criticized, have costs that are substantially higher than those of
traditional Medicare in the same area and would not contribute to lower
Medicare costs.

Finally, the analysis finds that the traditional Medicare program is not
as universally inefficient and expensive relative to private plans as is
often suggested. The findings described here indicate that MA plans have
average costs that are higher than costs in traditional Medicare in five
of the ten US county cohorts with the lowest traditional Medicare costs.
In the three county cohorts with the lowest traditional Medicare costs,
even HMO plans have costs that exceed those of traditional Medicare, by
more than 10 percentage points.


Comment by Don McCanne

The contention that private Medicare Advantage (MA) plans competing with
the traditional Medicare program are able to lower costs has been proven
repeatedly to be a fiction. Yet there continues to be a push to convert
Medicare into a premium support system in which patients would use
vouchers to purchase private plans under the false promise of lower
costs through market competition.

Although tightly organized HMO-type Medicare Advantage plans may have
lower costs in areas where the costs of the traditional Medicare program
were higher, more loosely structured PPO and private fee-for-service
Medicare Advantage plans averaged 12 to 18 percent more than the costs
of the traditional Medicare program.

Understanding the distinction between tightly organized HMOs and loosely
organized PPOs and private FFS plans is important to be able to make
sense of the economic impact of these models. PPO and FFS Medicare
Advantage plans are business models of private insurance designed to be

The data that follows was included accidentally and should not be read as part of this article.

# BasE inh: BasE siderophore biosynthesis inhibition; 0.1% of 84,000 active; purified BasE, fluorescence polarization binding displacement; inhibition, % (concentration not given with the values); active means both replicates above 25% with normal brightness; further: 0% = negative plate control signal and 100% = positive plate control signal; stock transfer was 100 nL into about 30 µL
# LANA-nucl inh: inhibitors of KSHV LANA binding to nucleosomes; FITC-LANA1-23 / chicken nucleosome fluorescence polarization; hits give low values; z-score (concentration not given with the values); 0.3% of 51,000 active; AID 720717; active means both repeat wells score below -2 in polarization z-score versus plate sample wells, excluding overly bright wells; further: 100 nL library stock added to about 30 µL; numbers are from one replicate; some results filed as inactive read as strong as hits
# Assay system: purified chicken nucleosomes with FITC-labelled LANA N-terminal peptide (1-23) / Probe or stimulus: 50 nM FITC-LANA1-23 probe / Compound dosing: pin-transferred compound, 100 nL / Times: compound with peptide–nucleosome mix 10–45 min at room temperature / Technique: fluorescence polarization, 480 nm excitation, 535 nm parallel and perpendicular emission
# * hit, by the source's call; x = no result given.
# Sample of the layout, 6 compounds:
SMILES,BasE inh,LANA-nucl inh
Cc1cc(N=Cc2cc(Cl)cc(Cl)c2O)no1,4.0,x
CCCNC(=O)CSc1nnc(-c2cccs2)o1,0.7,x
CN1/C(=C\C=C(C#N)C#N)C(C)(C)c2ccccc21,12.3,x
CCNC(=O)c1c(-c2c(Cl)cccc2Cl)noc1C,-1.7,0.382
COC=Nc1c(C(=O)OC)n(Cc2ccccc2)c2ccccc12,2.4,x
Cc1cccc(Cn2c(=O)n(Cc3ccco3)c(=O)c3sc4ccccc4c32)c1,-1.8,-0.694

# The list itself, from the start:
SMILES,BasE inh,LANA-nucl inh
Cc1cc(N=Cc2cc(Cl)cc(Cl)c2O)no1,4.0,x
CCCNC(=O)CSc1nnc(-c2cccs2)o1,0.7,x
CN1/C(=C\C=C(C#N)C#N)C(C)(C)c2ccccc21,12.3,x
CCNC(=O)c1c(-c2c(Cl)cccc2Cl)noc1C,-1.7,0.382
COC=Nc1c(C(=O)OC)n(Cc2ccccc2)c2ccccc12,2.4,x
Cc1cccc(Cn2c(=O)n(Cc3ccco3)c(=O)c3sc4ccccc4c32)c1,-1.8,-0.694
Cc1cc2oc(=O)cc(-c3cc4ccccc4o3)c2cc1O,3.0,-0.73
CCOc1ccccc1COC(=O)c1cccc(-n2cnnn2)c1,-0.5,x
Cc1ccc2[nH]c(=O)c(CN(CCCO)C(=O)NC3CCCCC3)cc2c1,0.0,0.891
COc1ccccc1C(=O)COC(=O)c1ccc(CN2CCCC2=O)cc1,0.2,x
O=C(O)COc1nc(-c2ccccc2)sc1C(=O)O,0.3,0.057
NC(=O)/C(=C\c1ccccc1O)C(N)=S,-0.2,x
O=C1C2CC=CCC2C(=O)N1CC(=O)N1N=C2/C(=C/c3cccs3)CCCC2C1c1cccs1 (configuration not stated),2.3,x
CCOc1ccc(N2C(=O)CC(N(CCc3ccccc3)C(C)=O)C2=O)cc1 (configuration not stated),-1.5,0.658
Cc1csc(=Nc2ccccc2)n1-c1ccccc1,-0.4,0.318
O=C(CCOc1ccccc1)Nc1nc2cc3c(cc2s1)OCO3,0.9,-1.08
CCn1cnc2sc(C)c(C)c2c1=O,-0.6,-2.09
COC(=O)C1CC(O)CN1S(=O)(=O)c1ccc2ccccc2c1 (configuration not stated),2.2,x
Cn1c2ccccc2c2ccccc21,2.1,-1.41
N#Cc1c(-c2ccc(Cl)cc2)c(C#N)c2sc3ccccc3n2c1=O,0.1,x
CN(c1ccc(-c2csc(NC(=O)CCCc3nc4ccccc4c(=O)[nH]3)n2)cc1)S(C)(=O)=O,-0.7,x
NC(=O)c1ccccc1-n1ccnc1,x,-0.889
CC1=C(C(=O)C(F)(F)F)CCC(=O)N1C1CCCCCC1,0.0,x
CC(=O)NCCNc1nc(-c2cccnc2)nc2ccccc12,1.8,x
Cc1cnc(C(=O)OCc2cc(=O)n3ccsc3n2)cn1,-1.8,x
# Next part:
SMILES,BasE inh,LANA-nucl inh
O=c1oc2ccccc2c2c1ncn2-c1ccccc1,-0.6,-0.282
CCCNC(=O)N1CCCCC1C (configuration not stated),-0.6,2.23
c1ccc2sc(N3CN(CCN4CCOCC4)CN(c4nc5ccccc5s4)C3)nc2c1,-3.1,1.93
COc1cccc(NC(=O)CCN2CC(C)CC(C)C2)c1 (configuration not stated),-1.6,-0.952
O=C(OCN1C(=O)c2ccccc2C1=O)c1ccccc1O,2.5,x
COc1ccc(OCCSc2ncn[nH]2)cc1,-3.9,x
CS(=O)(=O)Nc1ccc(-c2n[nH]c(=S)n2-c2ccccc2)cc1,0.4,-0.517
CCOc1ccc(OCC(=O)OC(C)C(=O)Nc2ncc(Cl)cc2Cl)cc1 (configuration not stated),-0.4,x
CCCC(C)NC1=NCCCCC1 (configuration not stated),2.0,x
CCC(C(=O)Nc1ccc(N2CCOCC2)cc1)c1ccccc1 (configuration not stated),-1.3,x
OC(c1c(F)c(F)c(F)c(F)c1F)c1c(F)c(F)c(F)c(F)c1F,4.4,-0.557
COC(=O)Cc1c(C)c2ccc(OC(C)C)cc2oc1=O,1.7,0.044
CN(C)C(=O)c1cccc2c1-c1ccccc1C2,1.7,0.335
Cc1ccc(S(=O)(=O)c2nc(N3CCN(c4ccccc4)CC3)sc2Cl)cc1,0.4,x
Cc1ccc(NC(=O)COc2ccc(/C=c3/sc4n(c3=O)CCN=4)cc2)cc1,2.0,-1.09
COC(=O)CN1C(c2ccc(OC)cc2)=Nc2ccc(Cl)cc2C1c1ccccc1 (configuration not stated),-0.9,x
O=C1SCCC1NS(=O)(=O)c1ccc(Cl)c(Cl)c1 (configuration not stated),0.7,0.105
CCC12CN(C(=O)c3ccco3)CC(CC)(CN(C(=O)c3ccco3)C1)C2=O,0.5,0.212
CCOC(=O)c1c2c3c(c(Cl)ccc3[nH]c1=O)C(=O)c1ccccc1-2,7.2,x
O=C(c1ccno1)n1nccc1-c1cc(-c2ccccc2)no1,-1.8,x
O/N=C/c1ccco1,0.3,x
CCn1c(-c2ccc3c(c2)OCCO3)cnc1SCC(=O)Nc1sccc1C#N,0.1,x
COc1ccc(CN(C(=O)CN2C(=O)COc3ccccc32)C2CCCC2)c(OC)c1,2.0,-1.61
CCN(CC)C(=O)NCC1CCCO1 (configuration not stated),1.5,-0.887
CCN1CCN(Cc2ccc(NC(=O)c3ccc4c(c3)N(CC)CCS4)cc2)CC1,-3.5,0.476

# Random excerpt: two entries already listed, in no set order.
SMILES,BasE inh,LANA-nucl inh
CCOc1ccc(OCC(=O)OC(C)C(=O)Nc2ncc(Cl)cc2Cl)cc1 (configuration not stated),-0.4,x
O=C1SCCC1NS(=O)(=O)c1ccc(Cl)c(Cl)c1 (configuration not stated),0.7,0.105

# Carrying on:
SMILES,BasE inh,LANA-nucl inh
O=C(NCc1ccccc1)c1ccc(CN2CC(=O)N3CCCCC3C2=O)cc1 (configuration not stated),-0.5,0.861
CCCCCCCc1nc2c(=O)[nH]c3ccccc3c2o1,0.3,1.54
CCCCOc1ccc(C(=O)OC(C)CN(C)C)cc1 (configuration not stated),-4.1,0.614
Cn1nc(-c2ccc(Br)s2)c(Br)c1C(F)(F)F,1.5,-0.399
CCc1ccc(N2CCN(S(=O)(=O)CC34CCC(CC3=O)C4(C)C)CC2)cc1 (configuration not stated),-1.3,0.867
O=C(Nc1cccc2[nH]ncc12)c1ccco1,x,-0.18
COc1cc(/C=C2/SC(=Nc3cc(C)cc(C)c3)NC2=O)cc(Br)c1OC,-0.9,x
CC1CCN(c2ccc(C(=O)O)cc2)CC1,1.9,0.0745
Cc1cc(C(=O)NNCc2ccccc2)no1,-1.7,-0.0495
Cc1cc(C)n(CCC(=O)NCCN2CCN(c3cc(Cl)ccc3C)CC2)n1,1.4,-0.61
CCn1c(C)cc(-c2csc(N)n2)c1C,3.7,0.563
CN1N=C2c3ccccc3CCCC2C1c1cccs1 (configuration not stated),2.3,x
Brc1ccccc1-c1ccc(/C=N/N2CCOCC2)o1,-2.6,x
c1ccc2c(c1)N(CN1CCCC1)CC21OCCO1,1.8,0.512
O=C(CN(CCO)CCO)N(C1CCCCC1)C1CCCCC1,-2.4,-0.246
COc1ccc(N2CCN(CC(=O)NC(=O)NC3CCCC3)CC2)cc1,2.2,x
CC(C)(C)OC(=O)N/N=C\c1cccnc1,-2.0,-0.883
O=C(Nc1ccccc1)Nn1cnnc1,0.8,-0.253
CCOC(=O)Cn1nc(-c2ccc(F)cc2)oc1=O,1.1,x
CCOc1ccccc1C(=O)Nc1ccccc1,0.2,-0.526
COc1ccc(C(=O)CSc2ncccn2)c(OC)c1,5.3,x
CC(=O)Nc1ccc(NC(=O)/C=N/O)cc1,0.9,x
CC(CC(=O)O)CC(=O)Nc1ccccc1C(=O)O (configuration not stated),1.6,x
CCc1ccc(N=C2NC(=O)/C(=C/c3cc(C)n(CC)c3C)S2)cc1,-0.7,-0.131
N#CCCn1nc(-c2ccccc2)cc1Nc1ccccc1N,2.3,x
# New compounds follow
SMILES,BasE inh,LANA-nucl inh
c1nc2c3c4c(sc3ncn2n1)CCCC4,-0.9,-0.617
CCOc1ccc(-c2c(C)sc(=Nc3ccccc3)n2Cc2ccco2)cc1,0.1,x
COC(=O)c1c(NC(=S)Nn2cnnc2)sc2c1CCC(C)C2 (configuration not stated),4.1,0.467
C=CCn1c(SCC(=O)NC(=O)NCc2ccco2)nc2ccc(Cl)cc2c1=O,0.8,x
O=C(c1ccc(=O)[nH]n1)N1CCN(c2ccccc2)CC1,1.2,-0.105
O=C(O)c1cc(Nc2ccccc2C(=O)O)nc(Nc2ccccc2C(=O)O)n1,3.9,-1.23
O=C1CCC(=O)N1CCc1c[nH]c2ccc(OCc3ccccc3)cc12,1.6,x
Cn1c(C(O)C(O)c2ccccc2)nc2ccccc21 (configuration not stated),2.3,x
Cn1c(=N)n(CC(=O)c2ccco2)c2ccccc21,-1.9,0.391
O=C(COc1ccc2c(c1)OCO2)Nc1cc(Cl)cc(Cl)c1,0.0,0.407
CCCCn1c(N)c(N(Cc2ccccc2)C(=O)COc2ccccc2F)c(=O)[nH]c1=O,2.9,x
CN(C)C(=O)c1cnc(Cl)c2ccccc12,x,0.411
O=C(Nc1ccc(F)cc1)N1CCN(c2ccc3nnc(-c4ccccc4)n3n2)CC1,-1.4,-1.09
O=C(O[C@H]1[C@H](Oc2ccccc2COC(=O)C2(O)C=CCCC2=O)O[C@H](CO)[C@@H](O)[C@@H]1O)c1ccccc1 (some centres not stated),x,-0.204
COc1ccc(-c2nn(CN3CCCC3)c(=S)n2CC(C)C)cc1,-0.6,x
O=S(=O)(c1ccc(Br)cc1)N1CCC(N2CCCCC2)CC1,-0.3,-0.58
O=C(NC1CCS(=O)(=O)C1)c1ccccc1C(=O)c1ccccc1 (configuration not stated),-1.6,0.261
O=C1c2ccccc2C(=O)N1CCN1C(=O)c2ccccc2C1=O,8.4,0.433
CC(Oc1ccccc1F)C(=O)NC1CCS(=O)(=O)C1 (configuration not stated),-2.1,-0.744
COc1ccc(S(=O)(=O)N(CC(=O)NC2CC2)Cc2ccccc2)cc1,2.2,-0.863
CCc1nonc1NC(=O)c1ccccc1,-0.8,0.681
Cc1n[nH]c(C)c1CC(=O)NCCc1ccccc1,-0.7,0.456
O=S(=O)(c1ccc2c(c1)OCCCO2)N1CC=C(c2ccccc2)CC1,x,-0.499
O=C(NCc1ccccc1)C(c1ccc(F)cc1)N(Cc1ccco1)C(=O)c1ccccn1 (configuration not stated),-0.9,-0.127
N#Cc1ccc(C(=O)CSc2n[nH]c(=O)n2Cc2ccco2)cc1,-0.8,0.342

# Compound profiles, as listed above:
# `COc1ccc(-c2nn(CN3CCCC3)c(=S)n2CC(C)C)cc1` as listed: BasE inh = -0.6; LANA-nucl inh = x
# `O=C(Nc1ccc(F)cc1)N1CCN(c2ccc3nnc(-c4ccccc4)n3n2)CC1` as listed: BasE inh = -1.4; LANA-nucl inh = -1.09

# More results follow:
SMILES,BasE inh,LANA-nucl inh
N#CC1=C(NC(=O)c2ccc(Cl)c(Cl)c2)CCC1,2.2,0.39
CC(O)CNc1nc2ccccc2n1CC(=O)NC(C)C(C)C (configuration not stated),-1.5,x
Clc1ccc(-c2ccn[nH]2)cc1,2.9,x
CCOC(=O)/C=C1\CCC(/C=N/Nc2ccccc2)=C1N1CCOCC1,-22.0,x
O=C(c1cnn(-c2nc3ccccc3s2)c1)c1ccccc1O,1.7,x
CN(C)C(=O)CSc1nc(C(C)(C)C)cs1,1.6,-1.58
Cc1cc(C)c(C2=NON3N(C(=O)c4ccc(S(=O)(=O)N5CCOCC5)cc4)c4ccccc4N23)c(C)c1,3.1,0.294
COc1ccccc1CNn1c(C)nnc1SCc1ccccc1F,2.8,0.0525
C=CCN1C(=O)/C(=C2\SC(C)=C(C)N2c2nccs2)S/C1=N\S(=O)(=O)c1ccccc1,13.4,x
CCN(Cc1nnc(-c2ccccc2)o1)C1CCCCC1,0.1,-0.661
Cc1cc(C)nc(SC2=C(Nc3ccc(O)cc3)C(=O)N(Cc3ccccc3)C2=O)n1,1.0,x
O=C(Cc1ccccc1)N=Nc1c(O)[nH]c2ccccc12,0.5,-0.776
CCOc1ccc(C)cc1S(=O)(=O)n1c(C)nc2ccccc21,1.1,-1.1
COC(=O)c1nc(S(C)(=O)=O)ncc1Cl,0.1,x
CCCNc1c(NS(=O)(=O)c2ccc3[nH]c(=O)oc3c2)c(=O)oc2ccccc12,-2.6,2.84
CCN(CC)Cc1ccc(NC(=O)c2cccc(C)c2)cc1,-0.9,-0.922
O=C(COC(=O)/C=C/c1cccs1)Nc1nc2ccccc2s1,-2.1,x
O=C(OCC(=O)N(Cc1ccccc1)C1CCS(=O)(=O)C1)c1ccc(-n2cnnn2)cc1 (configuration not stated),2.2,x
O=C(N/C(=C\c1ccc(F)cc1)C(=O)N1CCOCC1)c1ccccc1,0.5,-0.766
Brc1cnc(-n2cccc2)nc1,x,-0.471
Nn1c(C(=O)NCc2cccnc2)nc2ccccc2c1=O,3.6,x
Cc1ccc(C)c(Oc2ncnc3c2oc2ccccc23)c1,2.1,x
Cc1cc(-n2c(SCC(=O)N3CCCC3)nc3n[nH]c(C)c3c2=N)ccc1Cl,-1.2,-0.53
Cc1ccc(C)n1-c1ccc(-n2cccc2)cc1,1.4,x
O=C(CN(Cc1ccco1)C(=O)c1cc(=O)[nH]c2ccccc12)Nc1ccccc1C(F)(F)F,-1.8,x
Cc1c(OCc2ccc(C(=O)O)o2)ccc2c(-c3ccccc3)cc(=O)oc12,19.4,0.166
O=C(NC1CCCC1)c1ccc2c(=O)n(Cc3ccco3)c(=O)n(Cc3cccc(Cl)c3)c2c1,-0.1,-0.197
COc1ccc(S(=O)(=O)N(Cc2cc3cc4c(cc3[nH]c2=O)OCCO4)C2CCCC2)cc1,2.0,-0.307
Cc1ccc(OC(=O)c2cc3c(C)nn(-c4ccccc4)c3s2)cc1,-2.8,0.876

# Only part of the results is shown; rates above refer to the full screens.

marketed as insurance products that partially cover losses due to health
care. These models are associated with very high administrative costs, a
fact acknowledged in the Affordable Care Act since similar plans are
permitted to consume 15 to 20 percent of the premiums for their own
administrative costs and profits. These administrative costs are far
higher than those of the traditional Medicare program, as mentioned above.

Tightly organized HMOS, such as Kaiser Permanente, are designed as
patient service models providing prepaid health care. These models have
been shown to be effective in improving efficiency and sometimes
reducing health care costs. What distinguishes them from the loosely
organized models is that these HMOs are integrated health care delivery
systems whereas the loosely organized models are simply intermediary
insurance plans that contract with mostly non-integrated private providers.

Why is this important? Integrated systems such as Kaiser that are a part
of the delivery system would be covered under a single payer national
health program - an improved Medicare for all. The loosely organized
models are simply private insurers that are not part of the health care
delivery system. Under single payer they would be replaced by an
improved Medicare. Thus we would be keeping efficient prepaid delivery
systems while dumping the wasteful and intrusive private insurer

How would premium support change this? The advocates would provide
generous vouchers for these wasteful intermediaries while failing to
provide adequate cost adjustments for the traditional Medicare program.
We know that they would do this because they already are doing it.
Although the Affordable Care Act called for the reduction of the
Medicare Advantage overpayments, a conspiracy between the insurance
industry and the administration has resulted in various accounting
innovations that have preserved these overpayments, though in a
disguised form. So they would eventually displace traditional Medicare
with a thriving market of private plans, but, as patients would
eventually discover, plans with unaffordable cost sharing and limited
choice of narrow networks.

This study is yet one more that demonstrates the irrationality of using
wasteful private insurance plans in a public program. Yet it also shows
that those who prefer to obtain care through an integrated delivery
model, such as Kaiser Permanente, could continue to do so under single
payer since it is a prepaid health delivery system rather than a
private, superfluous, intermediary insurer. But, by all means, be
prepared to protest vociferously when you hear talk of premium support.